After scrambling to find instruction manuals for SNES games, making the tattered cardboard boxes a little more presentable and placing everything neatly into the correct box. I took the huge pile of titles amassed over the years for my trusty Super Nintendo, and headed on down to one of the major video game outlets in my city center. Without flinching, I handed them all over, plus in excess of one hundred pounds, and what did I receive in return for this sacrilege? A brand new Nintendo 64 with Super Mario 64, that’s what, and boy was I happy. Little did I know that by flicking on the power switch, and picking up the three pronged trident of a controller I was not only entering the world of 3D, but also the beginnings of something arguably greater. Multiplayer experiences, the likes of which were never witnessed before on a home console, and a level of competitiveness which broke some of us down to our most primal instincts. Sat on a sofa grunting and arguing over whose turn it is next, and how we loved it!
Nintendo pulled off a master stroke when they included four control ports on their N64. Sure, four player games were nothing new, but to have the idea inextricably built into the very ethos of the machine was something else. Developers picked up on it and we, the humble gamers, reaped the rewards. Oh, how we reaped the rewards! Implications of just what we could do if me and my friends pieced together four N64 pads between us was not immediately obvious as, to be honest, I was totally engrossed in the 3D world of a certain plump Italian plumber, who had a fetish for cake and mushrooms. But once we got the right games it was a thing of a beauty. From my recollection, one of the first games I bought, which we realised the possibilities of, was Fifa: Road to the World Cup 98. Not the most distinguished of games, I know, but as a teenage football (not soccer) fanatic this was next level stuff.
What a console!
Two players on each side, and picking teams we supported, created a dense air of tension in the room as the time ran down. Eyes were fixated purely on that sprawling TV screen in front of us, tentative passing around the middle of the field, before an attack broke out that could decide the game. There would be at least two more people eagerly waiting in the wings to snatch the controllers from the team of losers, who knew it would be at least ten minutes before the next game, so winning was the only option. Missed opportunities and stray passes were met with forgivingness during the game. “It’s OK, that was a hard angle to score from anyway,” I lied, knowing full well, the opportunity missed may have just cost us our place on the game. We were able to keep a surprisingly calm facade in these situations. What we actually felt, however, was pure disgust and utter desolation, at the skewed opportunity which Stevie Wonder would have scored if he was playing the game with his feet whilst singing Superstitious and playing the piano at the same time!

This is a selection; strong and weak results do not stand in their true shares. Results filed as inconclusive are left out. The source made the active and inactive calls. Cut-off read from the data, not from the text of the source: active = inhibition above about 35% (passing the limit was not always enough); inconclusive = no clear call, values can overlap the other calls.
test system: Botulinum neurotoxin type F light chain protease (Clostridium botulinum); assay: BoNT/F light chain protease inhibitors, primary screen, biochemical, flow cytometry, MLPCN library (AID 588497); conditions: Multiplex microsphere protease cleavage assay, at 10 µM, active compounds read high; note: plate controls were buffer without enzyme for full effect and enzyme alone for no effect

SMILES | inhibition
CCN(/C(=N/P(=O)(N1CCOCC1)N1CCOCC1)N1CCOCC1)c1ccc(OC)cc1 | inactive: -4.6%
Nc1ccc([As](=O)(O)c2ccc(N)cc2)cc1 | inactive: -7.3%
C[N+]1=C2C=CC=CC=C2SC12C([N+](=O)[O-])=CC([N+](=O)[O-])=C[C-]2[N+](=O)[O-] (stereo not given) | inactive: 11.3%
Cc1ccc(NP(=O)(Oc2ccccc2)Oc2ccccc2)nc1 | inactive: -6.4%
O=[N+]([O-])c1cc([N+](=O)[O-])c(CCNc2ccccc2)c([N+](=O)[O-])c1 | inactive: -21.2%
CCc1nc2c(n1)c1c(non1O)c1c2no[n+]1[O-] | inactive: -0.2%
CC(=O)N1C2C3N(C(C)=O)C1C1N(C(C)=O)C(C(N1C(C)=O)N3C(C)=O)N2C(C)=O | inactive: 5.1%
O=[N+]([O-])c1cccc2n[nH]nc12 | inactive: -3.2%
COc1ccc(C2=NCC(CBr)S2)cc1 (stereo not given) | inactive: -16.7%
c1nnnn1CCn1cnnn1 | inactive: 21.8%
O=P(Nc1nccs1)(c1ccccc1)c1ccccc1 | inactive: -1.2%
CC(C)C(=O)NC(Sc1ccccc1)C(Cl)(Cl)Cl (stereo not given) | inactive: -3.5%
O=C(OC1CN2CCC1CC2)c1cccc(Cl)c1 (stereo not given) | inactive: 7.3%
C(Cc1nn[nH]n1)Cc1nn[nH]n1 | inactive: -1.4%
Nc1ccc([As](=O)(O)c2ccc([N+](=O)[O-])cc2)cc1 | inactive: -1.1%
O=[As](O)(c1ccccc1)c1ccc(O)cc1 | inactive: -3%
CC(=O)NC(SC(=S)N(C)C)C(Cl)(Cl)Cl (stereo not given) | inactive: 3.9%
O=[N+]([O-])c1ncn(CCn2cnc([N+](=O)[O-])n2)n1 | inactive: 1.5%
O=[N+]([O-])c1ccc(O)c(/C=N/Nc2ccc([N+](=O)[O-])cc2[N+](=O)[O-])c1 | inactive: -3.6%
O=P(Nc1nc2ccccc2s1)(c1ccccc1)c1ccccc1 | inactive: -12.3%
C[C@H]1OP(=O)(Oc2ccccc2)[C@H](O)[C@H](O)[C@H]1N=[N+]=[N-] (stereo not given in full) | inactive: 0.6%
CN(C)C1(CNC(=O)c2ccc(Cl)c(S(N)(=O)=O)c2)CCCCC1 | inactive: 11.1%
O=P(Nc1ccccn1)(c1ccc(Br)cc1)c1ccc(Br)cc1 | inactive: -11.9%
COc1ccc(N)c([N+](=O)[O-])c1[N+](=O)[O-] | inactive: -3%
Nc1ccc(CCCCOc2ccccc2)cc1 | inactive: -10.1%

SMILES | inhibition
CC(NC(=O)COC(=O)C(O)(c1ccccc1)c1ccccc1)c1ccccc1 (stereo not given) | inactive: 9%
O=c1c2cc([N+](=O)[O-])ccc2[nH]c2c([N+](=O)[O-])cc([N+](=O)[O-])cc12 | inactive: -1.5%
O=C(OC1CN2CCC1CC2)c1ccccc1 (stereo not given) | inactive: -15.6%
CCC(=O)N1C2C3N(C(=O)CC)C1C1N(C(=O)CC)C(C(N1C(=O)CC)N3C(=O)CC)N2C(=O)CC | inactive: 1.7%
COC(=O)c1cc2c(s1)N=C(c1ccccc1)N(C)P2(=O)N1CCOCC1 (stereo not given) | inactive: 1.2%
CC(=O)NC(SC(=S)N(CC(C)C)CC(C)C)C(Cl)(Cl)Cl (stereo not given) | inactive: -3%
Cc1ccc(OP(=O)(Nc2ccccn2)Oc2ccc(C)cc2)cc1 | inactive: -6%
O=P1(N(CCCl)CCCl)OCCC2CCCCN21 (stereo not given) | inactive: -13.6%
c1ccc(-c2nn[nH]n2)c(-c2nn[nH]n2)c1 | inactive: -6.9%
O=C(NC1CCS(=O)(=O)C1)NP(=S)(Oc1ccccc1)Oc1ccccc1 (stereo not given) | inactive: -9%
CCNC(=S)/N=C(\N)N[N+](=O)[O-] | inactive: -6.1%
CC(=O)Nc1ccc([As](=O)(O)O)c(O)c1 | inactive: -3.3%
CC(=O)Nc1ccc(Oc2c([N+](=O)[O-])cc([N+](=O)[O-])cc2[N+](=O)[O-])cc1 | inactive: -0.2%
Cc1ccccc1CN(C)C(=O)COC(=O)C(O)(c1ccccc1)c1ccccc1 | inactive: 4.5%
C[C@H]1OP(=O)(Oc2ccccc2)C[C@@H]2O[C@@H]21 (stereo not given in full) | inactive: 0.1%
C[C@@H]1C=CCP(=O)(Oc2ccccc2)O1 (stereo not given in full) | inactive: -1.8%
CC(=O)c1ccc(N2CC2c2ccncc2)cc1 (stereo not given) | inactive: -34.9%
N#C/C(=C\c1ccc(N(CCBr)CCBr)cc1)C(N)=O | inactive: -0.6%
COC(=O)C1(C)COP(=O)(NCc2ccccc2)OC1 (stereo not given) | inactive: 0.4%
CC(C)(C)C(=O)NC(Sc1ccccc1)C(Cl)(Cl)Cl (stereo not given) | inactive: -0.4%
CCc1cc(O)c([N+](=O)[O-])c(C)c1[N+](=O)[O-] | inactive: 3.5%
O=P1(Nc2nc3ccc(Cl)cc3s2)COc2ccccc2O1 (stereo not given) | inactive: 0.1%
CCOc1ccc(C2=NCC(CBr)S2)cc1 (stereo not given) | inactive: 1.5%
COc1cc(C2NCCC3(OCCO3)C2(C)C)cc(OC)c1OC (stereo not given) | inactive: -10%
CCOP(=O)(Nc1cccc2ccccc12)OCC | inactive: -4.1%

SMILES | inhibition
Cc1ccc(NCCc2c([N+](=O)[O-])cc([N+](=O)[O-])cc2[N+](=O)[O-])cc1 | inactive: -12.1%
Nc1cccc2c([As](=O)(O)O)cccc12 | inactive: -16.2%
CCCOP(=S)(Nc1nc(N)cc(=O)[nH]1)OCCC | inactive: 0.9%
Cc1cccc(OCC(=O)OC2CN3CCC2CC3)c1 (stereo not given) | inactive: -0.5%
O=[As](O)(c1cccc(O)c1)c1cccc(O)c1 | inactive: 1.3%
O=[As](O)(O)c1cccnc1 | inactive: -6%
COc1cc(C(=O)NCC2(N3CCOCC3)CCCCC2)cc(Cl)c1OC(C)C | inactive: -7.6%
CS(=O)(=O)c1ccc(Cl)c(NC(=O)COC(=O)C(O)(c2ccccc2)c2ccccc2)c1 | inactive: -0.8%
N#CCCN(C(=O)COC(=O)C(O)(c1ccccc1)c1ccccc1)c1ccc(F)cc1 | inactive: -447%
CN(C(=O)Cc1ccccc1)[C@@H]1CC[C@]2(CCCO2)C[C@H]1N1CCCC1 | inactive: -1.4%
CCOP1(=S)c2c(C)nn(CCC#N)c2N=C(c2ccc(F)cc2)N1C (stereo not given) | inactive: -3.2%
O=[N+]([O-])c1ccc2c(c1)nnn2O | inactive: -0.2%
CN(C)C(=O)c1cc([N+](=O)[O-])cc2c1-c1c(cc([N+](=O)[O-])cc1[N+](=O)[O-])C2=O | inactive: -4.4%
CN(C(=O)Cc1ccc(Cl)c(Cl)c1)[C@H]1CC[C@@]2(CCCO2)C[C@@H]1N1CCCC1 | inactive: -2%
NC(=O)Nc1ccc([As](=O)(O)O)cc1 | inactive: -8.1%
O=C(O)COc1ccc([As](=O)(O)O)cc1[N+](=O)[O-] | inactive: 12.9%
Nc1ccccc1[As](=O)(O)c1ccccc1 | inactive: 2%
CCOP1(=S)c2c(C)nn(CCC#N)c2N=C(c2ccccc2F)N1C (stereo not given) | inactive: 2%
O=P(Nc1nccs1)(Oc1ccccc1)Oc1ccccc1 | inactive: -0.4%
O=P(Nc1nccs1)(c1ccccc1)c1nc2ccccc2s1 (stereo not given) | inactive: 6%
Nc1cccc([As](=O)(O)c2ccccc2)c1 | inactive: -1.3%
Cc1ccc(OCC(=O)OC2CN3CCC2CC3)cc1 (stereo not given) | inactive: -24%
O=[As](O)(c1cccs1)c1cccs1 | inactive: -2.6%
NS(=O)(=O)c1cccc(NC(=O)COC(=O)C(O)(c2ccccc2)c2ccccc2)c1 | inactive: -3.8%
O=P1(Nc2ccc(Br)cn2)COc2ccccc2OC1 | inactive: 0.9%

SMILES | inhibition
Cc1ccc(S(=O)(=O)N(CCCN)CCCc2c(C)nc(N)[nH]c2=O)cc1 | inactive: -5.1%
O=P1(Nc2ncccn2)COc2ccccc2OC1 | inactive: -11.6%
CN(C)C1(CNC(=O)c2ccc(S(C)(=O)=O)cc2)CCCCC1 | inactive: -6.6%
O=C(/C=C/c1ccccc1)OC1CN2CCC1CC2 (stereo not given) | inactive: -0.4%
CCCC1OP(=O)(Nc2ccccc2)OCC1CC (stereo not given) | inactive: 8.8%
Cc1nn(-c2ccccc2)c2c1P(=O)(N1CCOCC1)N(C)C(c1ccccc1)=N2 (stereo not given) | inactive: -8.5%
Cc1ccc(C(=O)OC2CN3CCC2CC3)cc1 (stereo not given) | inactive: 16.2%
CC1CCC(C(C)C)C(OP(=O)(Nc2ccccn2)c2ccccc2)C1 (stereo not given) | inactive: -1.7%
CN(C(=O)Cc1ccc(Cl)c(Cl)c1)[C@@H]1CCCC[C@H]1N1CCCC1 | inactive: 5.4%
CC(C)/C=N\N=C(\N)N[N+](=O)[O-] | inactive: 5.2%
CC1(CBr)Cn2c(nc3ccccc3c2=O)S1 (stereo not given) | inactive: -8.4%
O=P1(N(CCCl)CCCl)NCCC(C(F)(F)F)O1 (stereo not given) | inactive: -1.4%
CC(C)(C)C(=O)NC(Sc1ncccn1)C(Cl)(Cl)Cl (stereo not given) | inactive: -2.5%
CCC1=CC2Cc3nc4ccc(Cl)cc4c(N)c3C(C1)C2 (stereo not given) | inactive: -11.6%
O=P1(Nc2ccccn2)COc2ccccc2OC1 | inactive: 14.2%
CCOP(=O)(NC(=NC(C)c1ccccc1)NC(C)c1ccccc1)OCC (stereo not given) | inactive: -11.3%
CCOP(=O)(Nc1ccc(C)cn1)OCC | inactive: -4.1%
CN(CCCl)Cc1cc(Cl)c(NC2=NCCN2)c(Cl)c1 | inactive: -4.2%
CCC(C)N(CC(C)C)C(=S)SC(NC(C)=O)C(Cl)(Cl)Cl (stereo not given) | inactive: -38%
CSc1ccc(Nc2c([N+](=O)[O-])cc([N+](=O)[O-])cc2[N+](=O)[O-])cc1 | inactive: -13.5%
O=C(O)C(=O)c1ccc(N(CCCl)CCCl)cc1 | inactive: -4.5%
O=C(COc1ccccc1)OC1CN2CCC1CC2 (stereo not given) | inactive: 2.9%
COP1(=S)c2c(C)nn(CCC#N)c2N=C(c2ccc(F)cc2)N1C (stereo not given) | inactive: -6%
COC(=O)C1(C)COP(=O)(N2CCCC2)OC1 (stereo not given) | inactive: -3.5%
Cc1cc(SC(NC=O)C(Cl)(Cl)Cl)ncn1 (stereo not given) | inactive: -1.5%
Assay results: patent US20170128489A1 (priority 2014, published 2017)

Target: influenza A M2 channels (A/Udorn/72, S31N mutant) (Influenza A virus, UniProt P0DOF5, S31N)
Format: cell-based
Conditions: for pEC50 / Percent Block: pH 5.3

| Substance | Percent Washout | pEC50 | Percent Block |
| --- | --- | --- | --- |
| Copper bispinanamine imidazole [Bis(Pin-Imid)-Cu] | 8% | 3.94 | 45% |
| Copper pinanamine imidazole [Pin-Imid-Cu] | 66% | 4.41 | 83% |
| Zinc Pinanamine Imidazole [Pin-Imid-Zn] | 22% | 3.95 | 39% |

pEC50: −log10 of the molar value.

Fear not though, because when the final whistle goes and the game is all over, our true feelings would be told to one another, as we hand over the controllers ashen faced, to the joyous pair who would be taking our place. Performances were dissected, arguments would break out and the buck would be passed back and forth between each other, as if it were a bomb about to decimate the ego of whoever was lumbered with it longest, and we would not have it any other way. Veritable treats of multiplayer goodness were consistently being served; it was truly a great time to be a gamer.
Mario Kart 64: Infuriating at times? Maybe; pure brilliance? Definitely.
Mario Kart 64 was just one of five racing games I can recall playing extensively in four player mode. Every cheap trick that was available in the game, we knew. Infuriating short cuts on Wario Circuit (infuriating because I could never pull it off). Royal Raceway became a minefield of carefully placed items, the section of track leading up to the jump became prime territory for a nice trail of bananas positioned diagonally across the track, so the spread was much harder to avoid. Couple this with multiple shells and you have a sure fire trip to the bottom of the lake below headed your way; ah, the joys! Any opportunity for cheap tactics like this would be taken up with a blatant disregard for the humanity (and indeed sanity) of other players, as they were knocked, for the twentieth time, from a ledge and turned into a jibbering mess, waving the controller around furiously in disgust at their misfortune, with not a shoulder of sympathy to be had from anyone in the room. Other racers like F-Zero X, Diddy Kong Racing and the battle mode in San Fransico Rush: 2049 were played feverishly with the same level of competition throughout. We were spoilt for choice and only just getting started.
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